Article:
You may have heard that generators can damage appliances such as refrigerators. Generators are used every day to power household appliances. Knowing how to properly use a generator while running home appliances will save you time and a lot of money.
A generator can damage a refrigerator when improperly used. A generator must be able to meet the power demands of the refrigerator. Most household refrigerators will draw up to 2,500 watts of electricity upon starting, a generator must be able to easily meet this to safely power it.
There are many reasons you may need to use a generator to power your refrigerator. In times of emergency due to power outages or if you are living off-grid a generator will be a necessary companion. So, how do you ensure the generator you get will be able to run your appliances?
Before plugging your refrigerator into your generator check the manufacturer’s recommendations for both appliances. Be sure to take into consideration the starting watts and running watts of the generator. A surge protector is also a good idea to protect your generator and your refrigerator.
You will need to find the watts your refrigerator uses and then do a little math. To find the wattage of your refrigerator,
- look at the specification sticker inside your refrigerator. This will tell you how many volts and amps your refrigerator requires.
- Once you find the amps and volts you will multiply these numbers together to get the watts. So if you have a 115-volt refrigerator that uses 6.5 AMPS your refrigerator will need 747.5 watts
Now, understand that these are the watts required for running the motor of your refrigerator. When your refrigerator is first plugged in and started it will require a surge of energy. To determine how much of a surge you will need to multiply the running watts by three.
For a refrigerator that requires 747.5 watts to run, multiplied by three and you have a starting watt of 2,242 watts. For your generator to run a 747.5-watt refrigerator it will need to reach and exceed the 2,242 watts required for the refrigerator to start.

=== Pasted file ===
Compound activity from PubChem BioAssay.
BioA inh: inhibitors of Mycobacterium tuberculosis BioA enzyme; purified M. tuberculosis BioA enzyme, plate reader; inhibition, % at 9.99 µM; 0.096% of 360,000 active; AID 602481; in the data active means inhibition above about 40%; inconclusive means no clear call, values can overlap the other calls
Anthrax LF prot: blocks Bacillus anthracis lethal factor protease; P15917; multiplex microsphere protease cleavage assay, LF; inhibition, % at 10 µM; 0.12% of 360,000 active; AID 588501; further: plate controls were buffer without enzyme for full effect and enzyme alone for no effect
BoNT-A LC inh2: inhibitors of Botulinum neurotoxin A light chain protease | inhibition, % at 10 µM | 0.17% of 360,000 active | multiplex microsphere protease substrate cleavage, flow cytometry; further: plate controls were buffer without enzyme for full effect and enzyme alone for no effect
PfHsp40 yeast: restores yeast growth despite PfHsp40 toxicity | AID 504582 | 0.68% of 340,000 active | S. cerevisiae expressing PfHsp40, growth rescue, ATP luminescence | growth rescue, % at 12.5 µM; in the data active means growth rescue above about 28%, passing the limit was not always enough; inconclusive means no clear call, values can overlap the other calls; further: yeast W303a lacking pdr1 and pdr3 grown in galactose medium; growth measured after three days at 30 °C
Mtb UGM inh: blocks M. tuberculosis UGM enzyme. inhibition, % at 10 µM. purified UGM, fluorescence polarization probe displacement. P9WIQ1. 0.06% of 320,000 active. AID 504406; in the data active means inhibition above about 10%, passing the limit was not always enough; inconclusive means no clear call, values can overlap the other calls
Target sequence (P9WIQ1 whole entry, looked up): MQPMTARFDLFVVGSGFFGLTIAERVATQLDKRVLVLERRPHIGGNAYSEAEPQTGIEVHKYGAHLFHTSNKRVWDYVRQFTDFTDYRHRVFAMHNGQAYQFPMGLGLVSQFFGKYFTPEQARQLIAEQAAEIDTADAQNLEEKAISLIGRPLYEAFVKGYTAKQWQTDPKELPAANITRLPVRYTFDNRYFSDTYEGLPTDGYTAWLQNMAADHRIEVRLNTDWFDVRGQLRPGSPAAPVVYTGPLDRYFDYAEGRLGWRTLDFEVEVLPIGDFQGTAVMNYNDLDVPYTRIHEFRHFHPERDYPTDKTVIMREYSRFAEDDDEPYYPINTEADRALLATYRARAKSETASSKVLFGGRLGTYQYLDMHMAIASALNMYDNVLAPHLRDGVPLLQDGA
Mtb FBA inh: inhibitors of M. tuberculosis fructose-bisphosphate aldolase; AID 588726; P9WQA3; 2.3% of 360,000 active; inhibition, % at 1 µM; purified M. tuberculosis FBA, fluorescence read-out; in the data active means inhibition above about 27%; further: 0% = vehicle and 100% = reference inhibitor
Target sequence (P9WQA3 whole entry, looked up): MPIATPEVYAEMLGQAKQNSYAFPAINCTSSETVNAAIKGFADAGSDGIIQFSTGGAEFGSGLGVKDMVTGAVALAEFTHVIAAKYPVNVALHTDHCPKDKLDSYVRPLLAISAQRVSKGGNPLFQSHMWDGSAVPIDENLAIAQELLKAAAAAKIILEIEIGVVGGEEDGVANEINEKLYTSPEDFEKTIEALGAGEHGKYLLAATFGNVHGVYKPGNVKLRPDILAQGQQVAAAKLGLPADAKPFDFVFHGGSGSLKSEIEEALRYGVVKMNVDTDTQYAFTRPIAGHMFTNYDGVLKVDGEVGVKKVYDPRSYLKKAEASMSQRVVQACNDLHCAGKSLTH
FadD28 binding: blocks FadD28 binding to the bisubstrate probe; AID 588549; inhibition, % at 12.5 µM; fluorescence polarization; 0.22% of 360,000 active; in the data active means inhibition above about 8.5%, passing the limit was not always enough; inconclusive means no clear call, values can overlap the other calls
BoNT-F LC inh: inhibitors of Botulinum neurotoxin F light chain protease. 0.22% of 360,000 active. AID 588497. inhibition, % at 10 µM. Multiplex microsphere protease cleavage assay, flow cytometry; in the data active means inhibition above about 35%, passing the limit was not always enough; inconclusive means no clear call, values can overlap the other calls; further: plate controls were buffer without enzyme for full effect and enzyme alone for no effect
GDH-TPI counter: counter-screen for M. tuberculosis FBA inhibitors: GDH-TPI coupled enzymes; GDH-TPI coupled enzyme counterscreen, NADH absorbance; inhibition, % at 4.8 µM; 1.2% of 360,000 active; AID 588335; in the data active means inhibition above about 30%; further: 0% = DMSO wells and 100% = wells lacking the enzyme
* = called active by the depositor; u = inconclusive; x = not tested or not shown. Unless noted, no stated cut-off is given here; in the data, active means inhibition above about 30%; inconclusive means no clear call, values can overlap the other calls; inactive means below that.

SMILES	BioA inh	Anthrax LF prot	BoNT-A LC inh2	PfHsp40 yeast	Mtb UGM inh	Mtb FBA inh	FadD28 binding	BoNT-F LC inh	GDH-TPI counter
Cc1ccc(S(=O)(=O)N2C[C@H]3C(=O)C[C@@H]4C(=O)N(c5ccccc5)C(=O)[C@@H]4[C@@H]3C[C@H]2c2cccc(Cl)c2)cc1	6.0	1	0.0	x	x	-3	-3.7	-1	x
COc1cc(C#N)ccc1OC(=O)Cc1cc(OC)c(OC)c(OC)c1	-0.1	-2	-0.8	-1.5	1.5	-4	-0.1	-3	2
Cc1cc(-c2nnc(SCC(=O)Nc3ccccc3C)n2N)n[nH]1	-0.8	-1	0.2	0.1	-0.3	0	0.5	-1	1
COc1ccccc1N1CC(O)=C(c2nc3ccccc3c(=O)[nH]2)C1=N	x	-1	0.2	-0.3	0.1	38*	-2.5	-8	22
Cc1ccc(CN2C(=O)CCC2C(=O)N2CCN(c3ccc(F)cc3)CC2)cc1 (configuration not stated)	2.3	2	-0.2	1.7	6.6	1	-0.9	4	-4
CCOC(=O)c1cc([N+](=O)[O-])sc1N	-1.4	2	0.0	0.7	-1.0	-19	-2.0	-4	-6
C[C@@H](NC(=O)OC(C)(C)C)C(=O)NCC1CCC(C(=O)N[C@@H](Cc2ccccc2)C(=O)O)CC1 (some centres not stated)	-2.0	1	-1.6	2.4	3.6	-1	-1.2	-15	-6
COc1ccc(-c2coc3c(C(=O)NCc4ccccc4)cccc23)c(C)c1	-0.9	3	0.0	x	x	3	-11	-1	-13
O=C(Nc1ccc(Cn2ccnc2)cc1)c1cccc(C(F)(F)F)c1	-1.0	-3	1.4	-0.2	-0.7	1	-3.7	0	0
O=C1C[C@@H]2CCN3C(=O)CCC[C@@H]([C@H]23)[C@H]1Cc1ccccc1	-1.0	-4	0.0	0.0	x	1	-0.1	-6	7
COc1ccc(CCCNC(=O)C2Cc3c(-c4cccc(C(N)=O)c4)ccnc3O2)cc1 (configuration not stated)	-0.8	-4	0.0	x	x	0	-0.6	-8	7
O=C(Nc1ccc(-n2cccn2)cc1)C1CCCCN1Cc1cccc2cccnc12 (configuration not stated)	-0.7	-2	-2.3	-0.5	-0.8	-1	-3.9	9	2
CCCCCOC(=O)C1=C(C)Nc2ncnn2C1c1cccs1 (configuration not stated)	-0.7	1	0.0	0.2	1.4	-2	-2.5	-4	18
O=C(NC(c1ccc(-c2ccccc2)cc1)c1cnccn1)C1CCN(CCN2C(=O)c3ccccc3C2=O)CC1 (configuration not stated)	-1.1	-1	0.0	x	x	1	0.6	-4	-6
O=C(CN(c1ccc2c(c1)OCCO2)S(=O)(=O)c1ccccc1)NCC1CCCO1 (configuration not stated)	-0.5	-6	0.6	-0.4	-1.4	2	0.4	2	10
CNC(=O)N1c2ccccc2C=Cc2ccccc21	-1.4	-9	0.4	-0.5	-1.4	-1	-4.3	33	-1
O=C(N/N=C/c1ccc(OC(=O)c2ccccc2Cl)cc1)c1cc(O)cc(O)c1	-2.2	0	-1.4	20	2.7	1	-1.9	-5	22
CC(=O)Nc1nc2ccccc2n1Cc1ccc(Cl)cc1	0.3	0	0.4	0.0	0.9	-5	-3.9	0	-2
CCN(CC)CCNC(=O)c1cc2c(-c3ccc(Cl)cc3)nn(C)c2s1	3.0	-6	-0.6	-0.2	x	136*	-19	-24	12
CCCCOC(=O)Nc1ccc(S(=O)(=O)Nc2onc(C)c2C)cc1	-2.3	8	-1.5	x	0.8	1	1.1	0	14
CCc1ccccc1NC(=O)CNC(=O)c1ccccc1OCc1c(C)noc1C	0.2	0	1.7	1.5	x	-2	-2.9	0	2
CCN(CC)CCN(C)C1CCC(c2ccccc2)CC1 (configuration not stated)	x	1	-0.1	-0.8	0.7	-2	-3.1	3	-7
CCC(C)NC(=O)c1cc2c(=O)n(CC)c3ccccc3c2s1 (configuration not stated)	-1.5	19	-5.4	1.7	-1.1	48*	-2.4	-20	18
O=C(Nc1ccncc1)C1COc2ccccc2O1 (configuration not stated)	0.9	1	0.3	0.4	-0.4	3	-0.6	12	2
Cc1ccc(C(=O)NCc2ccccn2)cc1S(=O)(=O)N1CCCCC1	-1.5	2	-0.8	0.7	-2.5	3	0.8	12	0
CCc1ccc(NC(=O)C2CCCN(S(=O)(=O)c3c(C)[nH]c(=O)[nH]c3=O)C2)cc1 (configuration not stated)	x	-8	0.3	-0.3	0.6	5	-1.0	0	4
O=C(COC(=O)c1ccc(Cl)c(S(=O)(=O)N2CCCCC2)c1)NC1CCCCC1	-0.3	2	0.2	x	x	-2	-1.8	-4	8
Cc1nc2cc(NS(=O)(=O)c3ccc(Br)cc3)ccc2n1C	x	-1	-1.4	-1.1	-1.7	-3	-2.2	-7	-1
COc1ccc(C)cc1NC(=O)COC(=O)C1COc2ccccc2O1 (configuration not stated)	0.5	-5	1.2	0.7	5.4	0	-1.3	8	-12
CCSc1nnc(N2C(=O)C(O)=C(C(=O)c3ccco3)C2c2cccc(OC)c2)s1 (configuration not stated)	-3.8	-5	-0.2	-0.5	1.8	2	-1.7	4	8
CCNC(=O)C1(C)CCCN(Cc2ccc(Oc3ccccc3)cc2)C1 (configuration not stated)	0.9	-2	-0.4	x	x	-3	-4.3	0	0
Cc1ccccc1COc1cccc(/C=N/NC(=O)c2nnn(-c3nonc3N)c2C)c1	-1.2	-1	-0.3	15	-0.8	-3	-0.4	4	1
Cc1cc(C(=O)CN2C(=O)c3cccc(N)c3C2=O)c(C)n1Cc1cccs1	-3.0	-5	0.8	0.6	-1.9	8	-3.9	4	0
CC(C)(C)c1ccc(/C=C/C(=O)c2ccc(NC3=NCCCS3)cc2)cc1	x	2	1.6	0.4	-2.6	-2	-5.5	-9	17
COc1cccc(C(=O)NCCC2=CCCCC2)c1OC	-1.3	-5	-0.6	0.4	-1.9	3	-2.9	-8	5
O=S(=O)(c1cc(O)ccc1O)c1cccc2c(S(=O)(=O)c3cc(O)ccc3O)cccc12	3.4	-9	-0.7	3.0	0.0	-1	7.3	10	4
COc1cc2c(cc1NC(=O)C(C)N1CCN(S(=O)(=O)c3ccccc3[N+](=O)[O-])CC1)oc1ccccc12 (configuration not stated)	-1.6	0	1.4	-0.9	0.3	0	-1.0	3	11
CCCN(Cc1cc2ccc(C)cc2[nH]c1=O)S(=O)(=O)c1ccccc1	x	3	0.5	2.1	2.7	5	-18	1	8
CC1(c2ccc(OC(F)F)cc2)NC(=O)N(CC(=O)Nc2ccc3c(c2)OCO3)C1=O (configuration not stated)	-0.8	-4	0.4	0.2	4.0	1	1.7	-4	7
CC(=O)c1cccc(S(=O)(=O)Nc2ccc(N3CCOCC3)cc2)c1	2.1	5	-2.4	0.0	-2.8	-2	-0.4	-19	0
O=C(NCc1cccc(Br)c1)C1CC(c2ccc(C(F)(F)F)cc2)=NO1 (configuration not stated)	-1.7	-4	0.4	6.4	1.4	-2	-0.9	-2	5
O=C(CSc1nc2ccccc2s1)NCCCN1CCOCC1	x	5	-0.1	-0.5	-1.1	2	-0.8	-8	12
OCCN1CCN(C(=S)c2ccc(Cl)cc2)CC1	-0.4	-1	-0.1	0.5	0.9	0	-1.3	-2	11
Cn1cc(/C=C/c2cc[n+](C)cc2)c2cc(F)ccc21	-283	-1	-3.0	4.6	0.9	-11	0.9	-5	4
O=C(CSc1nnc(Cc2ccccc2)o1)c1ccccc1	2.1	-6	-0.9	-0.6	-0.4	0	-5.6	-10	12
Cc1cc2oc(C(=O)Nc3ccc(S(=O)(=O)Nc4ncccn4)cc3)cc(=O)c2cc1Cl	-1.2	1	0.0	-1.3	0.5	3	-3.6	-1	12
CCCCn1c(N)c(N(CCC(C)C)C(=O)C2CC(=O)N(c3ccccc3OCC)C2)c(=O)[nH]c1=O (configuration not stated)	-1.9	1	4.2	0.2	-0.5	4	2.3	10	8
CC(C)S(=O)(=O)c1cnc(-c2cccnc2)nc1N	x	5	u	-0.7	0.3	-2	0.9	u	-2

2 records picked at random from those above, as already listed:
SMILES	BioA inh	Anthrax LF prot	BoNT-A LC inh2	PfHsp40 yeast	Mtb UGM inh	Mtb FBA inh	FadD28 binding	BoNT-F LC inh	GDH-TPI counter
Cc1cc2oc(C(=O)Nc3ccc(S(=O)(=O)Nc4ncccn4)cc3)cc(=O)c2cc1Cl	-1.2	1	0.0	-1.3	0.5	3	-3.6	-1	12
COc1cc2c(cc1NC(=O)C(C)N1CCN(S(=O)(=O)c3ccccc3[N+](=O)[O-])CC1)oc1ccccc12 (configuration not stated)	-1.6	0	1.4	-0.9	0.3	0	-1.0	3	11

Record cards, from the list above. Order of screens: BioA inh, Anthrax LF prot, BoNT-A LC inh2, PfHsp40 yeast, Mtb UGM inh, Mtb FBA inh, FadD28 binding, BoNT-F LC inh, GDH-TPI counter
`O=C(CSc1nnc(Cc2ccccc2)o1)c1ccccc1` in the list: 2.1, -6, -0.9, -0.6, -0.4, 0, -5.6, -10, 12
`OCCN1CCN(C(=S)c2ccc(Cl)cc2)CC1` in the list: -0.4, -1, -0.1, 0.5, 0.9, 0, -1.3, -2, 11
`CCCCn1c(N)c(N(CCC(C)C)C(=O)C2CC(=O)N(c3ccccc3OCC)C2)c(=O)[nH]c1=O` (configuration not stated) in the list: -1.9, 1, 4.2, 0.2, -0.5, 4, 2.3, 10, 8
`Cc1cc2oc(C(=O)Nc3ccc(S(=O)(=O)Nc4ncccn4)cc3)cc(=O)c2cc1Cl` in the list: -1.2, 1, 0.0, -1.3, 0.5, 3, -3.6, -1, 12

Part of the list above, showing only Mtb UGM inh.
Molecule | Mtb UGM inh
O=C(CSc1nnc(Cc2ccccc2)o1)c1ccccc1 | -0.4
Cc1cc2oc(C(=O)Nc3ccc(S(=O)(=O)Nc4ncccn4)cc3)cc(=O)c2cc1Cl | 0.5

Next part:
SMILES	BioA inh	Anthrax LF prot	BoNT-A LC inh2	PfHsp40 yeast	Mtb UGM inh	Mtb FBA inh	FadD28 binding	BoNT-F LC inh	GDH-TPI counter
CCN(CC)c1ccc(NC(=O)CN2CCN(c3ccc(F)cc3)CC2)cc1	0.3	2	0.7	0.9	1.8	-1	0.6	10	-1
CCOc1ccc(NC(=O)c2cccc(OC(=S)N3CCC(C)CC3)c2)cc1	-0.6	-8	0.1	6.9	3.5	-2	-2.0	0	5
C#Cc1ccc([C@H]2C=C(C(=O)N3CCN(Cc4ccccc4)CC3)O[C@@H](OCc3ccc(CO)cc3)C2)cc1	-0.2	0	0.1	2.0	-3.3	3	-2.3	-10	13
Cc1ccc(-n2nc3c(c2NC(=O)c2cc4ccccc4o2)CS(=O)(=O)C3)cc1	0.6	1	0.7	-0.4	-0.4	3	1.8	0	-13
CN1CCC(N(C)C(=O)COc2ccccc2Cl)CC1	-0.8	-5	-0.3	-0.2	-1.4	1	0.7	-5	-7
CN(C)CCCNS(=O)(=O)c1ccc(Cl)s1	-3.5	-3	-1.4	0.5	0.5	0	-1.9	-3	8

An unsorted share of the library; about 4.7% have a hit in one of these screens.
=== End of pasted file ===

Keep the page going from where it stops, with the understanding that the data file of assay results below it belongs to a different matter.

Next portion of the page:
To find the amps your generator will put out using the mathematical equation: Watts divided by Volts equals Amps. So, if your generator is listed as a 3500-watt generator and runs 120 volts you will divide 3500/120. This will tell you that your generator is capable of delivering approximately 29.2 amps of power.
The same is done if your generator is a 240 Volt. For dual output, that is a generator capable of both 120v and 240v, you should check the generators manufacturers’ specifications as not all dual systems are capable of delivering 120v and 240v at the same time.
Generators come in 800 to 500,000-watt sizes. Knowing how many watts your generator is capable of putting out will help you determine if it is adequate for running your refrigerator. This is fairly simple, as most generators have the wattage posted directly on the generator.
Now that you know what wattage you need to run your refrigerator you need to decide if you will be running other appliances on the generator at the same time. It is important not to overload your generator. Doing so can:
- Ruin your generator
- Damage appliances
- Cause fires
Will your generator be able to support the power needed for your refrigerator and your other appliances? You will need to take each appliance you plan on running at the same time as your refrigerator and use the math learned to find the wattage needed to determine the necessary starting watts and running amps.
- Multiply: Amps X Volts of your other appliances to find out how many watts of power they need to run.
- For all appliances with a motor multiply the wattage number by three to learn the necessary wattage needed to start them.
- Add the start-up watts together. Remember to include the refrigerators starting wattage.
- Add all of the running watts together.
The end results will tell you how much power your generator will need at start-up and on continuous run time.
Here are some helpful tips when using a generator to run your refrigerator and other motorized appliances:
- Check the oil in your generator often and use the appropriate oil for the generator and climate that you are in.
- Unplug all appliances from the generator when it is turned off for refueling.
- Once you have re-started the generator, plug one appliance in at a time so your generator does not get overloaded immediately.
- Use extension cords with proper voltage requirements for your needs
- Never run a generator inside your home or garage. Always ensure proper ventilation.
You can avoid damaging your refrigerator and other appliances by ensuring the generator you use is designed to deliver the necessary watts needed.